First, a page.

Hot gossip, recipes, cute baby photos and juicy tidbits about office Christmas party shenanigans aren't the only things being shared on Facebook these days. Many folks actually use the social network king to pass on interesting news articles, too. In fact, a look at what made the list of the top 40 most shared articles on Facebook in 2011 can offer some interesting clues to publishers and media outlets as to what makes a story "shareable."
Topping the list is a sobering New York Times post featuring satellite photos of Japan before and after the massive earthquake and tsunami from earlier this year. Most of the links in the top 10 and beyond, however, represent what many experts might construe as inconsequential human interest stories, trivial oddities, and sensationalistic snippets that cater to short attention spans-with headlines ranging from "Parents, don't dress your girls like tramps" and "Giant crocodile captured alive in the Philippines" to "No, your zodiac sign hasn't' changed" and "Man robs bank to get medical care in jail." But perhaps there is more here than meets the eye.
What can we learn from this list? Plenty, says Lee Rainie, director of the Pew Research Center's Internet and American Life Project, Washington, DC. "A lot of these articles have an over-the-back-fence feel to them, representative of the kinds of things people talk about when socializing," says Rainie. "They help drive conversations. Facebook users think, ‘This will get more attention for my wall if I post this story.'"
Wendell Potter, a media analyst, author and watchdog based in Philadelphia, says the common thread shared by all their articles is the ability of each to connect emotionally with readers. "Many of these stories are very offbeat and not typically seen in the six o'clock headline news," said Potter. "But what struck me overall was that all of these articles had strong human interest elements. Some really tugged on your heartstrings, like the piece about the dog mourning the death of the Navy Seal killed in Afghanistan. This reinforces that you can personalize a story and have a much greater chance of connecting with your audience."
While most of the ranked articles boast "good-old-fashioned storytelling," other elements-including compelling headlines, and multimedia dimensionality a la eye-catching photos, graphics and video-combine to capture readers' attention, says Rainie.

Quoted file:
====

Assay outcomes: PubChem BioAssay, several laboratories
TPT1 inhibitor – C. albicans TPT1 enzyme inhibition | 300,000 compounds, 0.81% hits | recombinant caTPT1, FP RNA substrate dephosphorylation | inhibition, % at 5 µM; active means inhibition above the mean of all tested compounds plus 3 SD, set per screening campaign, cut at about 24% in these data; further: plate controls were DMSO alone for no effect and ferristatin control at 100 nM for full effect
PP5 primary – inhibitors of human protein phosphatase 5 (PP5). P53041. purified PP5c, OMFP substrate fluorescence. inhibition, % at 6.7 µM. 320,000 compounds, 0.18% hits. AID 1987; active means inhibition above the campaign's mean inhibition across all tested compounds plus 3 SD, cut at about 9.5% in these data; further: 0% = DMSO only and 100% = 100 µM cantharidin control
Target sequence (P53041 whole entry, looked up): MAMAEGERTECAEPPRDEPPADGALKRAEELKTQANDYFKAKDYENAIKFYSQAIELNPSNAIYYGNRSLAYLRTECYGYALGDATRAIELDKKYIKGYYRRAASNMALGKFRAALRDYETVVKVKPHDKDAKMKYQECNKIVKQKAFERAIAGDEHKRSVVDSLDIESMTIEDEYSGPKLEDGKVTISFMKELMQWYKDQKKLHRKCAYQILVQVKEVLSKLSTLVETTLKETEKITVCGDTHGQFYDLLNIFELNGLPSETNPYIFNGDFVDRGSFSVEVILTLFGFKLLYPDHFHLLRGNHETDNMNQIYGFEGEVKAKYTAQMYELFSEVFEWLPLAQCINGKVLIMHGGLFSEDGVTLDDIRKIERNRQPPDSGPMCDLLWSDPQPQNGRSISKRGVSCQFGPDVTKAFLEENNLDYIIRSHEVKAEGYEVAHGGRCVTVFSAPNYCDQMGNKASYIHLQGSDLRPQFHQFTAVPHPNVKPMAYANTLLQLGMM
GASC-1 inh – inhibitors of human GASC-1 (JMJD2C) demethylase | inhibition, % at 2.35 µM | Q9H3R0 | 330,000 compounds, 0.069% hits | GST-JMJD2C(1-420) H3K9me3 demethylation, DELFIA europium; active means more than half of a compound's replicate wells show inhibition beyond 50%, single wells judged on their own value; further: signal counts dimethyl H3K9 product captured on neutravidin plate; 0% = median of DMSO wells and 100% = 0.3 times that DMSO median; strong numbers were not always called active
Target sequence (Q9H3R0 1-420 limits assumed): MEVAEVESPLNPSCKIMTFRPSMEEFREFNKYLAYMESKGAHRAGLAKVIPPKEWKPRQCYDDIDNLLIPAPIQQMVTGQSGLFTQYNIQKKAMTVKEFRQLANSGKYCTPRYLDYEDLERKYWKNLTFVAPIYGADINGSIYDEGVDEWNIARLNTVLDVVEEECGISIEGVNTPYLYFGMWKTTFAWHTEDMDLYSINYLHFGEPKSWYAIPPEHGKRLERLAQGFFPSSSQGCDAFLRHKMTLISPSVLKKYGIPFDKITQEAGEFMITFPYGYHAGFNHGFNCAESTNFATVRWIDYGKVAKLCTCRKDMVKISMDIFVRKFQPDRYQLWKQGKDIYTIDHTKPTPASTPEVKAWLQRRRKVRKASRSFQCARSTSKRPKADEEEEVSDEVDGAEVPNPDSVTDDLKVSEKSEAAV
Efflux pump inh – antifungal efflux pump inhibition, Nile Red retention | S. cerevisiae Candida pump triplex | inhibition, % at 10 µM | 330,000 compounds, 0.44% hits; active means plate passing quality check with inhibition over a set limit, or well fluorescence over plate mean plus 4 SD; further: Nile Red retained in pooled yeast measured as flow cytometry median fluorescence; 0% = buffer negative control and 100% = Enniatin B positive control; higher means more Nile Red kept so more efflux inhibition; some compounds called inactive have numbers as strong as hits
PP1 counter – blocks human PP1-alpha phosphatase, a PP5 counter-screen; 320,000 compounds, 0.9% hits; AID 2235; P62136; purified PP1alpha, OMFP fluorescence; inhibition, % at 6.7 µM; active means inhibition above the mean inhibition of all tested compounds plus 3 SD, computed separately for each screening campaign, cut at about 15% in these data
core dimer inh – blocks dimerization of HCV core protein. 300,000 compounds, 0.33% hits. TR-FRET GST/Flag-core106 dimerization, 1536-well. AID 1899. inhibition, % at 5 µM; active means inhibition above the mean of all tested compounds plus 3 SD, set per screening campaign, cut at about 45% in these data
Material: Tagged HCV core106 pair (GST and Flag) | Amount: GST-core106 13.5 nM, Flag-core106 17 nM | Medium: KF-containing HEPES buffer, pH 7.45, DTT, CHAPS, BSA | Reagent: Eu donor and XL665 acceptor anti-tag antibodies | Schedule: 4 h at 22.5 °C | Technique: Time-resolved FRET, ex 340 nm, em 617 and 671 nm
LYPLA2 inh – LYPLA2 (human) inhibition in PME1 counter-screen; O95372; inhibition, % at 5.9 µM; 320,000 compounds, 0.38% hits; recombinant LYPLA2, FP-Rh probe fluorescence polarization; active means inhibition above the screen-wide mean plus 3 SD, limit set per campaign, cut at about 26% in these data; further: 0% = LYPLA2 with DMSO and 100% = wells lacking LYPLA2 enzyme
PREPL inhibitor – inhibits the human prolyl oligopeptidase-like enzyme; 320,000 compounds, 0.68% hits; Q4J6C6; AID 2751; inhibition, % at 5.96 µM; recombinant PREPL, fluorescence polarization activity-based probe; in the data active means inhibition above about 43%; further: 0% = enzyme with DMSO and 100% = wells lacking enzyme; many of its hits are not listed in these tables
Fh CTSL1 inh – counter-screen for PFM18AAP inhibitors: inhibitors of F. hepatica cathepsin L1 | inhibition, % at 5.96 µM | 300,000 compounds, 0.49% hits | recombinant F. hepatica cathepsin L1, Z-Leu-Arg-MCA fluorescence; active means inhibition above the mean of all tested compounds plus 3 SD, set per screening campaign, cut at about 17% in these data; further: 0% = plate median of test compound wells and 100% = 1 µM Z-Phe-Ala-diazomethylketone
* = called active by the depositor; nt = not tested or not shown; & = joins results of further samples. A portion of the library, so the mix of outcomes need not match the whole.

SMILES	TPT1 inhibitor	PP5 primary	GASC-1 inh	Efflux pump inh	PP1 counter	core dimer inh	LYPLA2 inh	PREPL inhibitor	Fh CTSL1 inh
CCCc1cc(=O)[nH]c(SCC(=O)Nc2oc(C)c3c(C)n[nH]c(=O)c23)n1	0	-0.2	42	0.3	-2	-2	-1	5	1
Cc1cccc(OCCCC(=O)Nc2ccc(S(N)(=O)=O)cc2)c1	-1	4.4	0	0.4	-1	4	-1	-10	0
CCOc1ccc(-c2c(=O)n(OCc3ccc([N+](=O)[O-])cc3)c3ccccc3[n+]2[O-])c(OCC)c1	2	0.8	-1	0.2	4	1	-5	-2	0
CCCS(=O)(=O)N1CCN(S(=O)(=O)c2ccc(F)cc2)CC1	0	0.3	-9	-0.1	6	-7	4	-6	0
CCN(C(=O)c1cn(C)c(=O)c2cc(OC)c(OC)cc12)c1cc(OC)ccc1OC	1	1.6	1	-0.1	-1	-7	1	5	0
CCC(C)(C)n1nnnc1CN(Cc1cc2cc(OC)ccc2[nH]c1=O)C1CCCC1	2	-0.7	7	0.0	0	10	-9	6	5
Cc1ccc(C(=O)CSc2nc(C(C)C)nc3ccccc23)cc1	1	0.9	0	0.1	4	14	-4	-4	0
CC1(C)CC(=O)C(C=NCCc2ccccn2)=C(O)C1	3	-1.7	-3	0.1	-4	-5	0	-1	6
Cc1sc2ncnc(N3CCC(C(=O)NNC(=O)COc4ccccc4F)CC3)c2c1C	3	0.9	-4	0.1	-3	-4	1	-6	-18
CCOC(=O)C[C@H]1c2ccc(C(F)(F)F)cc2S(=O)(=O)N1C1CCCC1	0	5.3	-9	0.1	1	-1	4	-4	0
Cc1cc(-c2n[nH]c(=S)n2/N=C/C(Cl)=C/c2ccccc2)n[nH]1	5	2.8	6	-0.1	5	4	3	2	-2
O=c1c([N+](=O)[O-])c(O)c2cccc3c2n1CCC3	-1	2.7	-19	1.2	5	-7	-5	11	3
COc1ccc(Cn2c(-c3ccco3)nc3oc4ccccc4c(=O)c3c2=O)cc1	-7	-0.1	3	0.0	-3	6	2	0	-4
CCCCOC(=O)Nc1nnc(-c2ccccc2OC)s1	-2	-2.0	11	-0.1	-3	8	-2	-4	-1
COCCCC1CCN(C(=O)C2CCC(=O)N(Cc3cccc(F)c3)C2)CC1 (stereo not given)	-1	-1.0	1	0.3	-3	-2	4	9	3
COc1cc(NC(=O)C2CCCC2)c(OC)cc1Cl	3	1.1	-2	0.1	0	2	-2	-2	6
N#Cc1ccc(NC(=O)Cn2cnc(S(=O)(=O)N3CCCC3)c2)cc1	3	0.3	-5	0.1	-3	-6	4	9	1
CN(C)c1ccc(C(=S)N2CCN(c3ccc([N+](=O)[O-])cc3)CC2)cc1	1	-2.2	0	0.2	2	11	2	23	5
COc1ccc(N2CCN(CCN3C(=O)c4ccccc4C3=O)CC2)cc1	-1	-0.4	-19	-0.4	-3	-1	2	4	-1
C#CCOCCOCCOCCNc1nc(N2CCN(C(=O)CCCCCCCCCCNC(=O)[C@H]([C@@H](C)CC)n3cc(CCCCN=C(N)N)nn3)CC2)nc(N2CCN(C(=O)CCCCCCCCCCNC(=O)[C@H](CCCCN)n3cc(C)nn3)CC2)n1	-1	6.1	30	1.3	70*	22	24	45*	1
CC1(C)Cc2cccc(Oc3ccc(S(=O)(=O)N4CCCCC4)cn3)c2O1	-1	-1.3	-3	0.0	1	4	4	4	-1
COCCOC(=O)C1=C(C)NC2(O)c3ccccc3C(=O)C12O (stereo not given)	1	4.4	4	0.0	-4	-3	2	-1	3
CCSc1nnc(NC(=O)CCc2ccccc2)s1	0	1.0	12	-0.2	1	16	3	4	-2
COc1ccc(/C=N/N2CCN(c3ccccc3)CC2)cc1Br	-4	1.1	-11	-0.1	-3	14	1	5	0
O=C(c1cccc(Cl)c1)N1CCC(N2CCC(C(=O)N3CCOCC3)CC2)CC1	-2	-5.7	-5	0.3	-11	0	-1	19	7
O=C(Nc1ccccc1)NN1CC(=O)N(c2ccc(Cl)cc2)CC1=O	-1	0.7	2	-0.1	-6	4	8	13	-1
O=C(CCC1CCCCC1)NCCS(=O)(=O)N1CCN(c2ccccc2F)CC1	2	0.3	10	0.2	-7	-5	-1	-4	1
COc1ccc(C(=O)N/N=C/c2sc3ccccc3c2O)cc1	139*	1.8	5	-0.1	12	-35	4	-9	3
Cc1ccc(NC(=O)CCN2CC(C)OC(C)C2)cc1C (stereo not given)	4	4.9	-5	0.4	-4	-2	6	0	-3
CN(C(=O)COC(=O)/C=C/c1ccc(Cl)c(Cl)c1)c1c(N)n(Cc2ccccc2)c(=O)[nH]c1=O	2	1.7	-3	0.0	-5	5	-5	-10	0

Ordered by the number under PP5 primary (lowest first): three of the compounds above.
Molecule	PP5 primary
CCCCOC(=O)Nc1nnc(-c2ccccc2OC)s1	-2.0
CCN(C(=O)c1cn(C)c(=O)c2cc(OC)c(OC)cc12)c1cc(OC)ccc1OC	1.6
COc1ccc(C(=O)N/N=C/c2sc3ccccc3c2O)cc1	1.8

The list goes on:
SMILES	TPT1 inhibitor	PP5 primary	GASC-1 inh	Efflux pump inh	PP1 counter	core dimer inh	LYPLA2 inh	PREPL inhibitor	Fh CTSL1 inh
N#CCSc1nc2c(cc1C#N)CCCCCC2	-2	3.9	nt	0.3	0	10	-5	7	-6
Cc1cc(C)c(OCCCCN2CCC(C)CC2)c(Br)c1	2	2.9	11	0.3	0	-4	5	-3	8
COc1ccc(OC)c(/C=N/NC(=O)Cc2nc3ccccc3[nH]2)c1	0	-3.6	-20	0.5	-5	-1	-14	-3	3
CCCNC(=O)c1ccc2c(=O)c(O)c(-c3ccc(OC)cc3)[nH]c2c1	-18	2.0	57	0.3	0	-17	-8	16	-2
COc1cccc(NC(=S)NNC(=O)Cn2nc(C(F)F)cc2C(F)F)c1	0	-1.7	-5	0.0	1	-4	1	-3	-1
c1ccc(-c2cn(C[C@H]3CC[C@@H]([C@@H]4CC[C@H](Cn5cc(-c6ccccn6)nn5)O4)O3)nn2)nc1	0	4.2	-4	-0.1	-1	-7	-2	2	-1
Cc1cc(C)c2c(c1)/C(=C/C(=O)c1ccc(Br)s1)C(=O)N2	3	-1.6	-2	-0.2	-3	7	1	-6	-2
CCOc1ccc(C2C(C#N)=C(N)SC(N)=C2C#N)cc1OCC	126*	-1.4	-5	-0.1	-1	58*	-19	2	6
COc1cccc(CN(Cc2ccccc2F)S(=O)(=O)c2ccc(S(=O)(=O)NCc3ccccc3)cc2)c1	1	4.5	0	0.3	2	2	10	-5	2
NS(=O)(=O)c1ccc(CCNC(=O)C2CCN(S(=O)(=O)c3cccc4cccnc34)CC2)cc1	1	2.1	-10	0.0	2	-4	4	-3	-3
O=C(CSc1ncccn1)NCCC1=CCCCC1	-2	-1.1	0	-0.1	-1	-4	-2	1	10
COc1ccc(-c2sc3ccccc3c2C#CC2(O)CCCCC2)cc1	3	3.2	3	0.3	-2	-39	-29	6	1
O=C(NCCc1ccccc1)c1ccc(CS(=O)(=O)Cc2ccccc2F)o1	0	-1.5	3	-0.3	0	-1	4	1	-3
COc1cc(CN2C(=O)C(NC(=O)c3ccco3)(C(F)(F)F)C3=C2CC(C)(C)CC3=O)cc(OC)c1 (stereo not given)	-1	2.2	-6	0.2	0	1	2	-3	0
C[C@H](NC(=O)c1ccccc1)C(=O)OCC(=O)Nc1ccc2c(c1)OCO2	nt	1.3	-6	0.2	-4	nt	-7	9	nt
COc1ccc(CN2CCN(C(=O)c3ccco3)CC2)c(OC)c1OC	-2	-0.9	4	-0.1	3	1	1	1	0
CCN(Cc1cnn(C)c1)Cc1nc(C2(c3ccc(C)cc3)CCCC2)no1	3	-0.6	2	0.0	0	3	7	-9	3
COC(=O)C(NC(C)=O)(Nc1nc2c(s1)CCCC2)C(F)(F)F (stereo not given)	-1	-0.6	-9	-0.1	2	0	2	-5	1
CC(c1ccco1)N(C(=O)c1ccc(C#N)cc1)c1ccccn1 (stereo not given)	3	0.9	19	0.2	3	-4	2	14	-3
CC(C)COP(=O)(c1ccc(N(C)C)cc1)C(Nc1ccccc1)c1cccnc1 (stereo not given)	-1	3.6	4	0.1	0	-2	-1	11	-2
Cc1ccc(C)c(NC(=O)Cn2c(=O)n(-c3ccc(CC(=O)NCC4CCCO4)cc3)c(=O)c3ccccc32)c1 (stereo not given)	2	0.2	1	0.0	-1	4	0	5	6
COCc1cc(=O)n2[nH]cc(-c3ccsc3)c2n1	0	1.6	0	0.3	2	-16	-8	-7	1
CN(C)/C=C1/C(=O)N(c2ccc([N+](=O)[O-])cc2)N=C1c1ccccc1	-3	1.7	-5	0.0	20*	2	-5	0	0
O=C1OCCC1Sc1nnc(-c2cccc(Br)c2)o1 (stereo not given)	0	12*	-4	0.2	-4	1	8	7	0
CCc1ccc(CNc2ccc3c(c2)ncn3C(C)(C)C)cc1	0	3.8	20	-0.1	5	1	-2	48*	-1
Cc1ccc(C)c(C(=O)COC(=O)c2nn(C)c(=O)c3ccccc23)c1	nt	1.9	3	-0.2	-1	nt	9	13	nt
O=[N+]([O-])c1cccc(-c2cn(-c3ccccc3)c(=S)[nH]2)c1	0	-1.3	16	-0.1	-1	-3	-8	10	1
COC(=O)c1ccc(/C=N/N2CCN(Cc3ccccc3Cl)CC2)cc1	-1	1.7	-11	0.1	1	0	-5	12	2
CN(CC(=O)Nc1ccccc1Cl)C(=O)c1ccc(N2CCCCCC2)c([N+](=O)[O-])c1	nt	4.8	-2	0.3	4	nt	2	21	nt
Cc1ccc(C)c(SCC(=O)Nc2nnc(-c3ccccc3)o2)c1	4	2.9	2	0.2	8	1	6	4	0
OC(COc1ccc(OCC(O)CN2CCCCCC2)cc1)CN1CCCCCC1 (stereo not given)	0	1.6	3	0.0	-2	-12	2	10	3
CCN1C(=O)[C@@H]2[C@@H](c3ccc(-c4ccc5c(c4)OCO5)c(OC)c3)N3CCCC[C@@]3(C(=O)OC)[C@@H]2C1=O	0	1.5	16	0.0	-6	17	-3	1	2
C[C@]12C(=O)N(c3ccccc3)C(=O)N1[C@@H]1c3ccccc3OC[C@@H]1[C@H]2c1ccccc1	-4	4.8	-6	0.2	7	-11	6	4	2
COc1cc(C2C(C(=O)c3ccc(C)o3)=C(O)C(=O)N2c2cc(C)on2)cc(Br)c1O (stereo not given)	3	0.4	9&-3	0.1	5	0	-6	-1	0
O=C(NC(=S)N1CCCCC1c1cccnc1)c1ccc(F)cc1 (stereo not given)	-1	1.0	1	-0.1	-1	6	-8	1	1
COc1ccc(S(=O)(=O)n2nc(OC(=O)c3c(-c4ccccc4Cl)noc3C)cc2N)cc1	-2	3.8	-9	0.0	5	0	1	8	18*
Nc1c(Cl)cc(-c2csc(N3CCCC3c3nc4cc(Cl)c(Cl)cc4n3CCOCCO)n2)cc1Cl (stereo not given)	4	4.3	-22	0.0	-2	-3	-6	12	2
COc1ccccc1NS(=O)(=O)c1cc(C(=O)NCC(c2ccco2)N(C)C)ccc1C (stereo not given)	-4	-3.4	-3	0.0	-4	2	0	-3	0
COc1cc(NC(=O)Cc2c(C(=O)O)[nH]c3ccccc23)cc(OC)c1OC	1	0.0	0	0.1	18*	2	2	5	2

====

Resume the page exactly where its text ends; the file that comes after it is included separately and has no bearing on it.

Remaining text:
"In a social media and sharing environment, people's personal news agendas often don't line up with the items getting the most coverage in the mainstream media on a given day," Rainie says. "(Facebook users) can have very different sensibilities and tastes than journalists."
Rainie found it interesting that all 40 items on the list were generated by only six publishers: CNN, Yahoo, The Huffington Post, The New York Times, The Wall Street Journal, and The Washington Post.
"This reinforces the fact that there are fewer originators of the news today. There's a conglomeration of news outlets, which is a disturbing trend," Potter says. "We're seeing more metropolitan areas lose newspapers, and fewer news organizations have the allegiances of readers. It's ironic that we're led to believe that the internet has enabled us to get news and even become our own publishers, but people are still accessing a limited number of sources they consider to be the most reliable."
Nevertheless, in an era dominated by social networking sites, news can be the ultimate conversation starter, Rainie insists. "With new online tools for sharing, linking and posting at your disposal, it becomes an even richer conversation," he says.
The lessons to be learned by publishers who didn't make Facebook's list are numerous, says Potter. "If I ran a newspaper, I'd spend a lot of time studying this list, how the stories were developed and what made them appealing," Potter added. "To survive in today's media world, you want to be on a list like this."